OPN 200421 Working from home-1587457312499
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Sadly, the coronavirus lockdown has spawned something even more nastier — domestic abuse — and the poor husbands are bearing the brunt.

“Listen, you better wash this plate. After the dishes, knead the dough for the rotis (bread), I had enough of you just lolling about,” says the wife.

On the giant TV screen in the living room, the anchor announces that news reports are coming in from various cities that husbands are pleading to get back to work in their offices


Husband (trying to polish apples): “Darling, you do not need any make-up. You are already as pretty as the blood moon in a cloudless sky. The touch of grey in your hair gives you a statuesque look, like Indira Gandhi, very regal.”

(Indira Gandhi, incidentally was the Indian prime minister who promulgated emergency powers in the country and declared herself boss lady).

The other half, holding a rolling pin: “Come here. Are you trying to ‘maska’ (butter) me? The salon is closed now for a month. (The salon, for some inexplicable reason is called, ‘My Hair Lady’).

“Only essentials will run, they say. What do men know about what is essential and what is not essential.

“On top of that, our horrible housing association will not let me smuggle Ricky, the Manipuri girl, into my flat for a quick facial, waxing and hair colouring,” says the wife.

In daydream mode

Husband: “I can cut your hair. It will be very romantic, just like Anushka giving Virat a haircut,” and he goes off into a daydream mode.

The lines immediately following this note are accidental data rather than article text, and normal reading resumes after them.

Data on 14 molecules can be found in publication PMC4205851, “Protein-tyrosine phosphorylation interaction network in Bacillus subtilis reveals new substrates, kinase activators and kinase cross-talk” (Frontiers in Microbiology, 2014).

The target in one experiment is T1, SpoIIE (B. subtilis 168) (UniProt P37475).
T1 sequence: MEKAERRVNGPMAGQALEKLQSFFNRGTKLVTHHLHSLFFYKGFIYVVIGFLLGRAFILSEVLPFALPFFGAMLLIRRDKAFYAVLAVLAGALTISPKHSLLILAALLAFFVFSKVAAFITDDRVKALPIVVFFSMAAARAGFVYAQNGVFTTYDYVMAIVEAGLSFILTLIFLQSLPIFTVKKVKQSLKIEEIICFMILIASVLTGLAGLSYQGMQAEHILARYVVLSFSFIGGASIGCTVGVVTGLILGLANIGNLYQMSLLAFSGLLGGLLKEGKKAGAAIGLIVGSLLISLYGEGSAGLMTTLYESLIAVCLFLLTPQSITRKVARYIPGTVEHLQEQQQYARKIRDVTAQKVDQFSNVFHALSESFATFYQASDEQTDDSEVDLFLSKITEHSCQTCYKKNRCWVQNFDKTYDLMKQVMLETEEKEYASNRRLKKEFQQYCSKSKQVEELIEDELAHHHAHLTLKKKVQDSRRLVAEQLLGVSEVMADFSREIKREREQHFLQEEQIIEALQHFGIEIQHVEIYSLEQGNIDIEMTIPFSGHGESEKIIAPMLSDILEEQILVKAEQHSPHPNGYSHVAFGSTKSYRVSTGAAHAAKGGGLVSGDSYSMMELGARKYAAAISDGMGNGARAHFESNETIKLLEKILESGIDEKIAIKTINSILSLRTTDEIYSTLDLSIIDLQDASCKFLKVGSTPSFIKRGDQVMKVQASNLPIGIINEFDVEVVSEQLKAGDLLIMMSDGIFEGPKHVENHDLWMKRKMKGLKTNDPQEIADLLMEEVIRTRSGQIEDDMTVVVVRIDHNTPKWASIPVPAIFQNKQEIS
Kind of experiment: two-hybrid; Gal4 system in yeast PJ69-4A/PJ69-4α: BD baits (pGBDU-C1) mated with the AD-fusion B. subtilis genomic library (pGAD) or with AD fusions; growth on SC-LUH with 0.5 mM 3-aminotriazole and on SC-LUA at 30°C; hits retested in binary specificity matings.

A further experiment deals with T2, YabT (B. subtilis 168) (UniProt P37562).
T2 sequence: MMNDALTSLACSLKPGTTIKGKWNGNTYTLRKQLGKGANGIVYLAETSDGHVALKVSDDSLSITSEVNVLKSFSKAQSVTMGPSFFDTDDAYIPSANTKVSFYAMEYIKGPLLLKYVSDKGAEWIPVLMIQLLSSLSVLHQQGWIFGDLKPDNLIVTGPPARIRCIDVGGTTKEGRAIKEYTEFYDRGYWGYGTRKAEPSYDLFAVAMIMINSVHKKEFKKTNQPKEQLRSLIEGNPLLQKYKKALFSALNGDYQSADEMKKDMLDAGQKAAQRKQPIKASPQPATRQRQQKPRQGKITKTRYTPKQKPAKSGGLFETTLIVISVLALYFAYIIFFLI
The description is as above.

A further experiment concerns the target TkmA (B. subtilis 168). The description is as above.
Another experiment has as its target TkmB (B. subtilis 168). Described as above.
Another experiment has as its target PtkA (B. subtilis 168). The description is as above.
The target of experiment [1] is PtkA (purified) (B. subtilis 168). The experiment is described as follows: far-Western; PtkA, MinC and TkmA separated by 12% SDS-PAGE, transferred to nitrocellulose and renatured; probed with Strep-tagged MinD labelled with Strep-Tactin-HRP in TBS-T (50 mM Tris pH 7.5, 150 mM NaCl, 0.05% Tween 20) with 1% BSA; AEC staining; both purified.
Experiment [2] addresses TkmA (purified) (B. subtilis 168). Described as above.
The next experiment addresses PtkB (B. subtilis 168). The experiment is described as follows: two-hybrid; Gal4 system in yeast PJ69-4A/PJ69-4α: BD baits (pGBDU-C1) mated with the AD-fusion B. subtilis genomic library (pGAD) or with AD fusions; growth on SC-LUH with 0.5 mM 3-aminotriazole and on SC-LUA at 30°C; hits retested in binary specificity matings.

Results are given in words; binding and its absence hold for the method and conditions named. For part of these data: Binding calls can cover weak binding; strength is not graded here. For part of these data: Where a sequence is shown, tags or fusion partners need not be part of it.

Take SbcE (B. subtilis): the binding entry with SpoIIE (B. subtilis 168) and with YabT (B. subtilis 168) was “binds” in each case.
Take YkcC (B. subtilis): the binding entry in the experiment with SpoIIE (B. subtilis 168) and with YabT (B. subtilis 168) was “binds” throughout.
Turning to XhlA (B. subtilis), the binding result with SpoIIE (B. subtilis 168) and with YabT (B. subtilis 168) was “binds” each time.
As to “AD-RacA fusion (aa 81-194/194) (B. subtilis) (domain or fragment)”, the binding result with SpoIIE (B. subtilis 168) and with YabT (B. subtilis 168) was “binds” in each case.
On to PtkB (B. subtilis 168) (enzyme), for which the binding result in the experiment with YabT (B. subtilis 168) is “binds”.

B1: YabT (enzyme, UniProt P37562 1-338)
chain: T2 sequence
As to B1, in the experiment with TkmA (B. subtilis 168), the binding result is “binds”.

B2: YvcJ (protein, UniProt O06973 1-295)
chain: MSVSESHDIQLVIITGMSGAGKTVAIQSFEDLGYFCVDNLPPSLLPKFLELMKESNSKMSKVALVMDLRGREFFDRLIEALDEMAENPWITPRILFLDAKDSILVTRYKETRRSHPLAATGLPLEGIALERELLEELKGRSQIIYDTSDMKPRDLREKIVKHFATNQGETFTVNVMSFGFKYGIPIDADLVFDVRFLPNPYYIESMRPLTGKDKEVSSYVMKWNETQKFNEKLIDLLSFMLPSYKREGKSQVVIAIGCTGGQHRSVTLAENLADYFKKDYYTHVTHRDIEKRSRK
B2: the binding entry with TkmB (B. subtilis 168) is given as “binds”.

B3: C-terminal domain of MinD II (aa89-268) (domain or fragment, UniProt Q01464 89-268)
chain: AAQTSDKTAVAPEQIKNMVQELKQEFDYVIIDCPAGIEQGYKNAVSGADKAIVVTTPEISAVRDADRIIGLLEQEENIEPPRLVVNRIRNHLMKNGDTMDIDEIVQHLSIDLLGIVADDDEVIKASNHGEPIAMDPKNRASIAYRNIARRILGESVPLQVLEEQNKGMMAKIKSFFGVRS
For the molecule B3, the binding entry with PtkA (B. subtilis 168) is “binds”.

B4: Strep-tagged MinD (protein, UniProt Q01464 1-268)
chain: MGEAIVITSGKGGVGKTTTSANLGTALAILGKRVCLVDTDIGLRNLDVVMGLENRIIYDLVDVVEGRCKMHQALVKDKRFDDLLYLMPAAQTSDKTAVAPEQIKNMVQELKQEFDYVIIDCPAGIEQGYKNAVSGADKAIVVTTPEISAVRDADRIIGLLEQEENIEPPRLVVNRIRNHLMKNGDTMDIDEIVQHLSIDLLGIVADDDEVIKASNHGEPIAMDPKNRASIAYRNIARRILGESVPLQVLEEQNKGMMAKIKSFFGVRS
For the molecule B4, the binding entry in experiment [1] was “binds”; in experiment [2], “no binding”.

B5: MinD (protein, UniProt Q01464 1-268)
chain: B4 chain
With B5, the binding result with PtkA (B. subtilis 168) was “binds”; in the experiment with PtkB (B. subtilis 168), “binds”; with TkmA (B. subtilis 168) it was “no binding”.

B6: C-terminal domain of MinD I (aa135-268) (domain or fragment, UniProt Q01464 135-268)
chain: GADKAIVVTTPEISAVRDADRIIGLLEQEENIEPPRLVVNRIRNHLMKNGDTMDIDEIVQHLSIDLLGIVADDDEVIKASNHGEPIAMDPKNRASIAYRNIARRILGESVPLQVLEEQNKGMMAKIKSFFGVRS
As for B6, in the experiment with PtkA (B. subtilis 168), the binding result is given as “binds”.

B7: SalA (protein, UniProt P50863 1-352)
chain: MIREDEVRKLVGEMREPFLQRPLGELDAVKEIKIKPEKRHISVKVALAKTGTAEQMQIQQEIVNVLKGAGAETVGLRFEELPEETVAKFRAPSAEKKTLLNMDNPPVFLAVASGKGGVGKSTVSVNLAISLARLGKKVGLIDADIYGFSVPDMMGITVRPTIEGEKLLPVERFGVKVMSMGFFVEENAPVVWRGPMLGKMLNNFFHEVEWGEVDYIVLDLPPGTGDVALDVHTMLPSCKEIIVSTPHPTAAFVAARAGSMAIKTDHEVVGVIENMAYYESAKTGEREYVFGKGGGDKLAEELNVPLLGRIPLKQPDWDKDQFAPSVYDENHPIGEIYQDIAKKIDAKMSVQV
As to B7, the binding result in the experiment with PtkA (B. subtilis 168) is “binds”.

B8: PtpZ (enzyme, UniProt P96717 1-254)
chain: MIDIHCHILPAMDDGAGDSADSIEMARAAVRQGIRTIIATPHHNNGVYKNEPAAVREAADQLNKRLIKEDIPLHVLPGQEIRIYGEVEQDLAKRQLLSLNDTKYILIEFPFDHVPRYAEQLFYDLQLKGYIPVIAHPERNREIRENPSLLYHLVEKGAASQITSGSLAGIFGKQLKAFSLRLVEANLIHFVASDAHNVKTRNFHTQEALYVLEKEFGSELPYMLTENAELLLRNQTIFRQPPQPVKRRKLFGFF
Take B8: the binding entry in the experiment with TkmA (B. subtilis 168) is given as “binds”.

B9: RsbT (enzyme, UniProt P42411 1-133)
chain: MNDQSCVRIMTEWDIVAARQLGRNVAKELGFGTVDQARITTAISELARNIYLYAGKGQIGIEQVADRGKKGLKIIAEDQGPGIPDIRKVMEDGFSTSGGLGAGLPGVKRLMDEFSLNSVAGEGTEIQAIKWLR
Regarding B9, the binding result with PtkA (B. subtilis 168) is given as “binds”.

Wife: “Enough! No more Hindi movies for you. Can’t you watch religious programmes like our neighbour?”

Husband: “The Saxenas are evil. They talk behind your back. Our driver told me one day that they say you like garlic. By the way, do we have to keep paying the driver to do nothing. He is like the CEO of a bank who gets a huge bonus while he is ripping off the NPAs, umm, non-performing assets.”

On the giant TV screen in the living room, the anchor announces that news reports are coming in from various cities that husbands are pleading to get back to work in their offices.

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“It is terrible, really horrible, working from home,” a husband, with a black eye, is nearly crying with an emotion-choked voice.

Meantime, the other equally horrific by-product of the lock down is that couples after many hours together, start to look like each other, according to one study.

Look like each other

“Forget about opposites attract and all that,” says one psychologist. “That is an old cliche. The main clincher (in love) is that both, man and woman, tend to like the same things. Over time they also start ‘mirroring’ each other, mimicking the gestures the other partner makes. Then you put two such people together in a lock down and they start to look like each other.”

(The other alarming thing is that even pets start to look like their owners after some years, says another psychologist. He is right. I saw a sad-looking dog with a long face the other day, being taken for a walk by a sad-looking lady).

Me greeting our neighbour, whom we had not met for three years: “Hello, Mr Vardarajan, nice to see you after such a long time. What is that disgusting thing in your hand? Oh, the wet garbage! And who is this, your twin brother?

Mr Vardarajan with a puzzled look: “This is Sobha, my wife, she gave you bise bele bath from time to time, don’t you remember?”

(Bise bele bath sounds very hygienic but it is a local Kannada dish of lentils, rice, vegetables and a special spicy curry powder. The dish loosely translates as, “hot lentil gooey dish”.

Me, embarrassed and blabbering: ”Oh, yes, hehe. It’s amazing how you look like each other,” I say as the wife glares at me.

— Mahmood Saberi is a storyteller and blogger based in Bengaluru, India. Twitter: @mahmood_saberi